I welcome the opportunity to participate in the debate, because this issue will have profound implications for the welfare and benefit system, and will impact on all our constituents.
Time is limited, and the scope of the Bill is extensive, so I shall focus on a few key issues, the first of which is the proposed changes to disability living allowance, particularly the work capability assessment. The Government appear to place more emphasis on the independence of those who judge someone’s fitness for work, rather than on their expertise, which is of concern to many people, particularly those who suffer from hidden, complex and often poorly understood conditions with variable symptoms, including autistic spectrum disorders, mental health issues and multiple sclerosis.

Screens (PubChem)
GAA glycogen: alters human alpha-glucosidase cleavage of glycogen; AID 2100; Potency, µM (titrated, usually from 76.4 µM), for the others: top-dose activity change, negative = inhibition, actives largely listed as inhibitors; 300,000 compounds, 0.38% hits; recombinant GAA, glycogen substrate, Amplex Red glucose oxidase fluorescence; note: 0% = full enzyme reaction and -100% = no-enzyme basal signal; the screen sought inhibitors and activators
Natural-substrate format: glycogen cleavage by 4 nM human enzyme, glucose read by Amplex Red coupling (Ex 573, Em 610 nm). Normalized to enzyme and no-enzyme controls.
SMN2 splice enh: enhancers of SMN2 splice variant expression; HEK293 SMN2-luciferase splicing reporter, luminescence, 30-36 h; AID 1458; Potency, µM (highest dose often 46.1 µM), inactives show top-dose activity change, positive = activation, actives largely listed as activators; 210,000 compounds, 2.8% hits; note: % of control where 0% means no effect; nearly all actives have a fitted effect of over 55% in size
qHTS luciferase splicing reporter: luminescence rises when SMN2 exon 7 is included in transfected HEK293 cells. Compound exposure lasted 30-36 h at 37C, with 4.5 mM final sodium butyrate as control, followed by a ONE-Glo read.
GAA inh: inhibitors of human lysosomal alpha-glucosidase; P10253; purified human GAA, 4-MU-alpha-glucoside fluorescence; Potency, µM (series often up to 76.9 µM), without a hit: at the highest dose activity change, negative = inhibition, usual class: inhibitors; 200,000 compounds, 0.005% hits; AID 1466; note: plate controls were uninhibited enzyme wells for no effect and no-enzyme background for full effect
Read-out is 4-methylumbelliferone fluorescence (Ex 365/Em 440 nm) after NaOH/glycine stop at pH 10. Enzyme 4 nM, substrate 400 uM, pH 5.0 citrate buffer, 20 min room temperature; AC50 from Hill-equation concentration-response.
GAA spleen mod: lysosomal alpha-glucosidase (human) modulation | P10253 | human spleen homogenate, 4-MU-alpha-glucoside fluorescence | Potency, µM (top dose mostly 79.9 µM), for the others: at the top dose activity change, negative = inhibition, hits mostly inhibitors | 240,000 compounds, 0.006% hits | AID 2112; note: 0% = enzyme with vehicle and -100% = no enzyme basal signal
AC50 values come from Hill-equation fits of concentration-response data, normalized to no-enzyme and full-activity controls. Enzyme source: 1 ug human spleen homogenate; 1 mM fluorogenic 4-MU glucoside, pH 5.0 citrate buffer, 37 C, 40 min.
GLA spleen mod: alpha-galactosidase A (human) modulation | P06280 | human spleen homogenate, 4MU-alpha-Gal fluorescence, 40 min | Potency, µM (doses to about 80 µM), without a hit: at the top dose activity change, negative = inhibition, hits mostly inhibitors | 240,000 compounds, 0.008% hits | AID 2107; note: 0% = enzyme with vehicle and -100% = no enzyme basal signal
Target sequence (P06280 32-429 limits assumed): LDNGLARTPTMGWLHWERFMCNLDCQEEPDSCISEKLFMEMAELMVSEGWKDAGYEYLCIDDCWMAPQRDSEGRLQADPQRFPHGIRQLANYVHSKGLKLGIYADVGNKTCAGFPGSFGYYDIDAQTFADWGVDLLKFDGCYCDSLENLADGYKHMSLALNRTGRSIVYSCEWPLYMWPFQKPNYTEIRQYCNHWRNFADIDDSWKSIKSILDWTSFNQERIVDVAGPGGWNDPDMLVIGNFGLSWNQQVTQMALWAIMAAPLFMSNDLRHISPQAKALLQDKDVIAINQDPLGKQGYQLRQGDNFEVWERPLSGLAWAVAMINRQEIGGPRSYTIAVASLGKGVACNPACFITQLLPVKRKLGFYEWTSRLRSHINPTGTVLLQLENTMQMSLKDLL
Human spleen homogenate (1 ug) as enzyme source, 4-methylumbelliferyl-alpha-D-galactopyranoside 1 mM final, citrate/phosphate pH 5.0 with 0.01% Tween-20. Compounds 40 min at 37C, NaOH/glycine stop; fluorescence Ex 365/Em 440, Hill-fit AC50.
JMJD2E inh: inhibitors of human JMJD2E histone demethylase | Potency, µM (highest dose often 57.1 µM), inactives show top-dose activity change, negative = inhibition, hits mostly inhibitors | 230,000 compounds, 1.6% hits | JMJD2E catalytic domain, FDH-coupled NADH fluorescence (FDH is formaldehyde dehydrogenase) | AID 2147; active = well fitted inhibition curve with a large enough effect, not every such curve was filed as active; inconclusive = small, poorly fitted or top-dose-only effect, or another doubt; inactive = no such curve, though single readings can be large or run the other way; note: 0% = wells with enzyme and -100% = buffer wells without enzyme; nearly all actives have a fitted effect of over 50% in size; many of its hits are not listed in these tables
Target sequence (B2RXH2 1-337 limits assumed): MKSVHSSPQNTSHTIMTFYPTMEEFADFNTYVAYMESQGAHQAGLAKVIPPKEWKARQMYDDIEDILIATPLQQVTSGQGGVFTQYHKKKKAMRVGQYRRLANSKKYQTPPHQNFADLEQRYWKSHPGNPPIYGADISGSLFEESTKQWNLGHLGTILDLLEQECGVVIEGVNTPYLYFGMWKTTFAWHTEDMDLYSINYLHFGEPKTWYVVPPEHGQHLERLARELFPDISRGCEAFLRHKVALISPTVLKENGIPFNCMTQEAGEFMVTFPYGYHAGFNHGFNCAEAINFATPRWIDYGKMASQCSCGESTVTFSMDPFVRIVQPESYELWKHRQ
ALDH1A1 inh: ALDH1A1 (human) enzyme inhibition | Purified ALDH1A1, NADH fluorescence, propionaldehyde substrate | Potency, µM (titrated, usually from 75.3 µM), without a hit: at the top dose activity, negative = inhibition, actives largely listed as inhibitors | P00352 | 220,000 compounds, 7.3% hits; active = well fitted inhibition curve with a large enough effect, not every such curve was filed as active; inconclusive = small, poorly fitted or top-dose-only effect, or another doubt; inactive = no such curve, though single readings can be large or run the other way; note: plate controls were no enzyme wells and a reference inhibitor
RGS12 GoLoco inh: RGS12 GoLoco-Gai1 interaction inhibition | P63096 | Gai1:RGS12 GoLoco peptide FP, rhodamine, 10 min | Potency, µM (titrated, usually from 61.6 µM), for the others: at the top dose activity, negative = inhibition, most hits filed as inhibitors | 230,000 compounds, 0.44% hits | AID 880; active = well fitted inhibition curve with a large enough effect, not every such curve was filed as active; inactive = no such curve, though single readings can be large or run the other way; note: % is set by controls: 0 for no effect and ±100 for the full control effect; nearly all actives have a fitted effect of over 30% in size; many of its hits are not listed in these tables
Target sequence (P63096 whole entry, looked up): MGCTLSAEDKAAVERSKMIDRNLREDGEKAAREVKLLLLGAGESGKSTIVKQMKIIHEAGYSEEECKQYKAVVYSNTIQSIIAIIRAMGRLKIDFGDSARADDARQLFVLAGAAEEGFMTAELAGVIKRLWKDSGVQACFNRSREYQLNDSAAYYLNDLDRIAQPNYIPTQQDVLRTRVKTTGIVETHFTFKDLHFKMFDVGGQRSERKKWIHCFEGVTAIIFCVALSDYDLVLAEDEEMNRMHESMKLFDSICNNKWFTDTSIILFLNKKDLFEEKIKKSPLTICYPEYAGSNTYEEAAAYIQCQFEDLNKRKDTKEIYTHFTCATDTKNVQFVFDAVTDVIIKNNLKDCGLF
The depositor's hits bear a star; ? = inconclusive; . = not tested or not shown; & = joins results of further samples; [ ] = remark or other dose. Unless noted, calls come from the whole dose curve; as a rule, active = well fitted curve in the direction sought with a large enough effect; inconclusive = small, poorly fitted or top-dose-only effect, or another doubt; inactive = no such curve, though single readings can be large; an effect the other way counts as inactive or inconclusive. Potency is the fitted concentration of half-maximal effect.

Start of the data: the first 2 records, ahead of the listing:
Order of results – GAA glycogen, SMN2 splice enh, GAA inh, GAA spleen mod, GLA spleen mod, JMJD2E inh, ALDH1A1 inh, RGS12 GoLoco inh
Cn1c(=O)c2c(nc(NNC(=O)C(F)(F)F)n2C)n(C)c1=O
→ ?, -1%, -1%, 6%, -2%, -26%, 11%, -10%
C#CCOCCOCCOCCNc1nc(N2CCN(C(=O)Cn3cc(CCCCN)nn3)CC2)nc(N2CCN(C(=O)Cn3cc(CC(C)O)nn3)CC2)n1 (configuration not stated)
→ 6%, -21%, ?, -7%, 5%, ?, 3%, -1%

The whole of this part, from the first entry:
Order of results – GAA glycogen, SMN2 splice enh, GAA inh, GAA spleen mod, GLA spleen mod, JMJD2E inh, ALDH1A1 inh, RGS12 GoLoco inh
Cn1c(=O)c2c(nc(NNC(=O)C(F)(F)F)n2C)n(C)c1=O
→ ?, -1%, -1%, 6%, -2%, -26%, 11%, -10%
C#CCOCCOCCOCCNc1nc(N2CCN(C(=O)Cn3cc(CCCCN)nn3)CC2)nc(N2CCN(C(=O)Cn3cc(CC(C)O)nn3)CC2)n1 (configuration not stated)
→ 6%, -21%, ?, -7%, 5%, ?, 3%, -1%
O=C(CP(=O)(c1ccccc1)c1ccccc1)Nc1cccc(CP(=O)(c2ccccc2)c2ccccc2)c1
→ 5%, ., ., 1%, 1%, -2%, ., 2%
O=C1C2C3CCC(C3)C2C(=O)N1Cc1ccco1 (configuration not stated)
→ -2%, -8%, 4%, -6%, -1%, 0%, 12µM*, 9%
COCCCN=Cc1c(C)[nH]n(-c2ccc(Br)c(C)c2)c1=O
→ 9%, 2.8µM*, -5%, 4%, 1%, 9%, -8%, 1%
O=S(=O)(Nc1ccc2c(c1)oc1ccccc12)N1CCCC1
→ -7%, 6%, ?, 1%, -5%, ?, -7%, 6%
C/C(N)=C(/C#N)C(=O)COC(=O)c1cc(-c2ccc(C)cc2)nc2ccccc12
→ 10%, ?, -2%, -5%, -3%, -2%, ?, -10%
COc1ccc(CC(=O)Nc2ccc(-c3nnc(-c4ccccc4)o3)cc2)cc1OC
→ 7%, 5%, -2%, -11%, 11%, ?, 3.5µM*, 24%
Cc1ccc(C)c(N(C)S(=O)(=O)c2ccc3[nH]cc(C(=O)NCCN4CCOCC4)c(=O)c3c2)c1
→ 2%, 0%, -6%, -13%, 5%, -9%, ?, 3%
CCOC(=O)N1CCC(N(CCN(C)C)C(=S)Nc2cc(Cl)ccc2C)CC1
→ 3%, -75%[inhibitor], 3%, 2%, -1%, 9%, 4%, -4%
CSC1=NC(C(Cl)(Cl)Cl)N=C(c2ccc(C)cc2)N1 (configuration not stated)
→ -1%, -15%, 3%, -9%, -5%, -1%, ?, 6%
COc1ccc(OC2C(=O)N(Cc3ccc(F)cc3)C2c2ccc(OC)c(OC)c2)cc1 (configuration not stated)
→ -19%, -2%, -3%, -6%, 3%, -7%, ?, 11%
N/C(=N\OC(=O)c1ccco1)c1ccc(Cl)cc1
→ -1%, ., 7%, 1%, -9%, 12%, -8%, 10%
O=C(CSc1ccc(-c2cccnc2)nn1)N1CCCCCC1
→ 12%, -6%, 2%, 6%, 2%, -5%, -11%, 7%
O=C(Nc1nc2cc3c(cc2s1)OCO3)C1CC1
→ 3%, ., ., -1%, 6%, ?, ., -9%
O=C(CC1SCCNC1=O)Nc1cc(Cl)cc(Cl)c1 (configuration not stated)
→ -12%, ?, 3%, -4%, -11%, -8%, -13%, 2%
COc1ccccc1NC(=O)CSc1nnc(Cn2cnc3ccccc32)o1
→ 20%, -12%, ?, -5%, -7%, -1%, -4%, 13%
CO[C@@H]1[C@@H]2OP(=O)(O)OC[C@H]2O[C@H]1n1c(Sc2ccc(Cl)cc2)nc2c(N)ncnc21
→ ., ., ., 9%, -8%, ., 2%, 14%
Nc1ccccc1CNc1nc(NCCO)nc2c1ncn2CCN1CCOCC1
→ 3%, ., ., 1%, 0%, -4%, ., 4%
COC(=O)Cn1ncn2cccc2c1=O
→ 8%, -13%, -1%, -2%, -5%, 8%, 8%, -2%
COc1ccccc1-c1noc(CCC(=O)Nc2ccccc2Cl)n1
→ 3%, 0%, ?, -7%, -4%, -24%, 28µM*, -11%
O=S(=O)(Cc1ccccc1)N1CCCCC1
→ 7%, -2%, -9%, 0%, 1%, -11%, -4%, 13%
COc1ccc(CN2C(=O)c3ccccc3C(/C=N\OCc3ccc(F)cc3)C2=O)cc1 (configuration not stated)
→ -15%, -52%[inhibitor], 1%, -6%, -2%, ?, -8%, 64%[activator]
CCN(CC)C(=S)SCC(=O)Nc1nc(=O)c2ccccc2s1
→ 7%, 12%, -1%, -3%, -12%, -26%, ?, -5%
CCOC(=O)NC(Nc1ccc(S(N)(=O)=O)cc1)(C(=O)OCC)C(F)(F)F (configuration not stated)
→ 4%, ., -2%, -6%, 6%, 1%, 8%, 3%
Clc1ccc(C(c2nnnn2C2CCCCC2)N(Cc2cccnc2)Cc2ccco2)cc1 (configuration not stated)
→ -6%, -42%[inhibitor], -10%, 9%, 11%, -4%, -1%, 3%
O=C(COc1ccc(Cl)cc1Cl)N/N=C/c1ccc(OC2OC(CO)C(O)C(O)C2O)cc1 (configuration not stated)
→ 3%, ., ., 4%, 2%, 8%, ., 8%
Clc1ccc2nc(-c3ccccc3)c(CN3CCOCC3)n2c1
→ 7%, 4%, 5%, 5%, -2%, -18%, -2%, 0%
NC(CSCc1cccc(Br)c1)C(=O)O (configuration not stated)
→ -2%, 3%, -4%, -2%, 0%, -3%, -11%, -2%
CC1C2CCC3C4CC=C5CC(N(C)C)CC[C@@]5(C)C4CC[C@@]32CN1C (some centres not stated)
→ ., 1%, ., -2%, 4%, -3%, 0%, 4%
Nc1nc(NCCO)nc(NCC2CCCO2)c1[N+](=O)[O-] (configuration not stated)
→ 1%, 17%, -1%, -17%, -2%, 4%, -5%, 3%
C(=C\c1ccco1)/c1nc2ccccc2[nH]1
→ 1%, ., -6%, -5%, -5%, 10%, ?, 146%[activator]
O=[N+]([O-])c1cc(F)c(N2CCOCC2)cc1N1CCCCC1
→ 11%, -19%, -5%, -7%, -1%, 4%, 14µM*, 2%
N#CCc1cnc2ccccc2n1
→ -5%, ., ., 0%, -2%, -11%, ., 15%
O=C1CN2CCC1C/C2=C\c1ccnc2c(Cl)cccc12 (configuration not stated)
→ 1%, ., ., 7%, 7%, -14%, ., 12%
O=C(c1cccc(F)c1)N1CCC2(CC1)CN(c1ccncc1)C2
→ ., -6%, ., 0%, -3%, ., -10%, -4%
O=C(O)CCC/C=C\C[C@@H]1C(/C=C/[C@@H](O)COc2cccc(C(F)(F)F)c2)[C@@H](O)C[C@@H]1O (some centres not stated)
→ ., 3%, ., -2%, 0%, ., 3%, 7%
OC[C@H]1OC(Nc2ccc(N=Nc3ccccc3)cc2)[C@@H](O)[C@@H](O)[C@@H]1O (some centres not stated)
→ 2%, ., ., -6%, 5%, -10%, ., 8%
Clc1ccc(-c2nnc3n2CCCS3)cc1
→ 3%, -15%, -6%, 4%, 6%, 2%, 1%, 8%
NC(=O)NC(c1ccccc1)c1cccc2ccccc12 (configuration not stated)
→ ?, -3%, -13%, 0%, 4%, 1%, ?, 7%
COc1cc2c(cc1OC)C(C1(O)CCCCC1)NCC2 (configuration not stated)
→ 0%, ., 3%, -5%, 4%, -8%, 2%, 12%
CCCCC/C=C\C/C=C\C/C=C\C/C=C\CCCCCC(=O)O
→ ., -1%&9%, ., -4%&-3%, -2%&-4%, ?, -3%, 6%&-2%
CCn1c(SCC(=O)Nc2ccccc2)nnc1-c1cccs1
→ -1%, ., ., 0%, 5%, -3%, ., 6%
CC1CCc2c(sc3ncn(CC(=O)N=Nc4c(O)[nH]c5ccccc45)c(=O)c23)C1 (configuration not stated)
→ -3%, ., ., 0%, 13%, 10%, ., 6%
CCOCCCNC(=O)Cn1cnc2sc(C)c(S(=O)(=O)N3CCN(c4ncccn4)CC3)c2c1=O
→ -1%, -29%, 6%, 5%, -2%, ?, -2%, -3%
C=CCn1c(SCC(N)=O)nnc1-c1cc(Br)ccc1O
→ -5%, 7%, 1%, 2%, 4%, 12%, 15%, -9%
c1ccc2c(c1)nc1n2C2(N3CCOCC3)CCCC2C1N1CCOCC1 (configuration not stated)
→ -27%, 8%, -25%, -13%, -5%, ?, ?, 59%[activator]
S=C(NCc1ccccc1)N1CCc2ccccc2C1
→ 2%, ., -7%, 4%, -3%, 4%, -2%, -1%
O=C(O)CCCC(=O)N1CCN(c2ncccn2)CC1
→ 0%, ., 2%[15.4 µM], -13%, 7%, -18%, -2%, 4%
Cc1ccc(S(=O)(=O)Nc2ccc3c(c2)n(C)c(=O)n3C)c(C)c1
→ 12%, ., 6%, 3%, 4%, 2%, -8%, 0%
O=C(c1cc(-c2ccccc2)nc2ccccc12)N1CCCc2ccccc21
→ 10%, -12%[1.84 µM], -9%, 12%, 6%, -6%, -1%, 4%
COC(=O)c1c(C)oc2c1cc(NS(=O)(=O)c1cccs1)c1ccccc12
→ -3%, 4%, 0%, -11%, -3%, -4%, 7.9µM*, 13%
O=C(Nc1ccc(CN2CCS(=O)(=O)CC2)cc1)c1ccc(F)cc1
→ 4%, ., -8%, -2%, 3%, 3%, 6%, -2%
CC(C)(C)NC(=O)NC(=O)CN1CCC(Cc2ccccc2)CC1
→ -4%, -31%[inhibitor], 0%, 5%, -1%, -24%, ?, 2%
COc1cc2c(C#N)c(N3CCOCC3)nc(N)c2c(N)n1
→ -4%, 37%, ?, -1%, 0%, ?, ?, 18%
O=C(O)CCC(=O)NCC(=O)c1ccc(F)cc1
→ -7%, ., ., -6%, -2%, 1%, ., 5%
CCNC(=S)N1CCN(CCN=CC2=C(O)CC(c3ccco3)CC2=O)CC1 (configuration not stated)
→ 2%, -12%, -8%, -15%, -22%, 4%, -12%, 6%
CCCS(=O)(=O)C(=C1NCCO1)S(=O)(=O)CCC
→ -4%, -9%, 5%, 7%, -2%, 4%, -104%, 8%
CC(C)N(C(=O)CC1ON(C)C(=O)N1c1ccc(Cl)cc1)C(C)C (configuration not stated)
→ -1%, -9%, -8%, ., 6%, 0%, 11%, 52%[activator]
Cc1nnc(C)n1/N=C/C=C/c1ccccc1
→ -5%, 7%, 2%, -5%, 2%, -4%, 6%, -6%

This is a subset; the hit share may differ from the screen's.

A medically qualified assessor may be independent, but not necessarily an expert in a particular condition. The single point assessment is unlikely to give a comprehensive view of an individual’s fitness to work that is more reliable than that provided by an expert in the field who has treated and monitored the patient over a long period. The clinician will also follow professional ethics in making judgments about a patient, which provides a safeguard for the Government. If expert written evidence is available, it should be used and should carry more weight than the opinion of a benefits assessor, who may not have detailed expertise in dealing with those matters.